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Tuesday, September 27, 2022 — Houston, TX

Green Wave washes away Owls

By Teddy Grodek     1/14/10 6:00pm

Fighting plane delays, injuries and finals, the women's basketball team began playing up to its true potential over the holiday break. The women started shooting well, were dominant on the boards and played lock-down defense when they needed big stops. They ended last semester without a win; now, as the second semester begins, they have six, bringing them in sight of the .500 mark for the first time all season. The Owls (6-9, 0-2 Conference USA) received their first taste of victory at their own tournament right before break, knocking off the University of Texas Pan-American 71-57 with sophomore forward Jackie Stanley carrying the load of the team in a record-setting 36-point performance. The win on the opening day of the Gene Hackerman Invitational ended the worst start to a season in the program's history, and the win, it appears, resulted in a momentum shift for the downtrodden team.

Untortunately, freshman forward Lacey Neu went down for the season with an ACL injury in the first game of the tournament. She was injured during the last game for which she could receive a medical redshirt and will still be able play her four complete years at Rice.

A loss to Lamar University (12-4, 2-0 Southland Conference) stalled the women's progression, but the next four games brought four straight victories, including a 65-57 victory against a major power opponent in George Washington University (3-11, 0-2 Atlantic-10 Conference). The win against George Washington was the Owls' first road win in a year and a half.

While the starters maintained their steady pace, it was the bench that began to emerge as an asset to provide depth to head coach Greg William's (Hanszen '70) arsenal, according to Stanley.

"I think in general everyone stepped it up," Stanley said. "Our bench really picked up. It's really good to know that we have depth to our roster and they're playing well."

The bench had also recently added a new contributor to help out. Sophomore point guard D'Frantz Smart, who had started 26 games her freshman year, was temporarily removed from the lineup over break after a disappointing opening to the season. The captain, whom Williams hoped would be a major contributor in both points and minutes this year, had fallen short of her own goals.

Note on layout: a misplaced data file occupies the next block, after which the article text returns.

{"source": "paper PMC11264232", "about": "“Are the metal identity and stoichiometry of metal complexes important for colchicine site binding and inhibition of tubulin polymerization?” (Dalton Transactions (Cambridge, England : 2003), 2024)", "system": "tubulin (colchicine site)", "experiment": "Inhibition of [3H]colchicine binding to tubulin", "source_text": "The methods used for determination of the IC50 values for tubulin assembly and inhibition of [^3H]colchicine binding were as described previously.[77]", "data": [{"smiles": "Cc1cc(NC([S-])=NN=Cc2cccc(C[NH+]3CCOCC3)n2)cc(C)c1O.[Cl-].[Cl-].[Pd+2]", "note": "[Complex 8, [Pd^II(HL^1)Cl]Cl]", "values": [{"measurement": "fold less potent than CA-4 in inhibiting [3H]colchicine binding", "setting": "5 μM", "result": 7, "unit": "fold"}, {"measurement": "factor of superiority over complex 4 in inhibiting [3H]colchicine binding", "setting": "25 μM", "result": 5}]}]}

"[Smart] responded really well [to the demotion]," Williams said. "She started working really hard in practice and changed her game. She got more aggressive, which is what we wanted her to do. It was like she had a rebirth; it's important because our team plays off of her."

After two games off the bench, Smart finally returned to the starting lineup against Northwestern State (9-6), and promptly scored a season-high 16 points in the victory, followed by 24 points the following night.

Conference play began at the end of the break, and with it brought an end to the Owls' momentum. The team traveled to the University of Texas at El Paso Jan. 9 to open the Conference USA slate, but Rice could not find the mark on its shooting in the first half, finishing at 25 percent. While the Owls picked it up in the second half, the defense faltered, allowing UTEP (10-6, 1-1 C-USA) to put up 46 points. Rice ended up falling by a final score of 74-64.

After a difficult trip to Tulane University involving both a long layover and lost baggage, the Owls came out flat against the Green Wave (12-3, 1-1 C-USA), finding themselves down 15 in the first half. It proved to be too much for the Owls to overcome, as they fell by a final score of 82-60, to remain winless in conference play.

But as the team knows, being winless does not preclude a run back to .500, as evidenced by its winter break success. The Owls will hope to rekindle some of that fire this weekend, hosting Marshall University, which is looking to snap Rice's four game home winning streak. After Marshall (10-5, 2-1 C-USA), which averages 4.2 blocks per game, the Owls host league-leader East Carolina University (14-2, 3-0 C-USA), which is averaging a league-leading 74.6 points a game.

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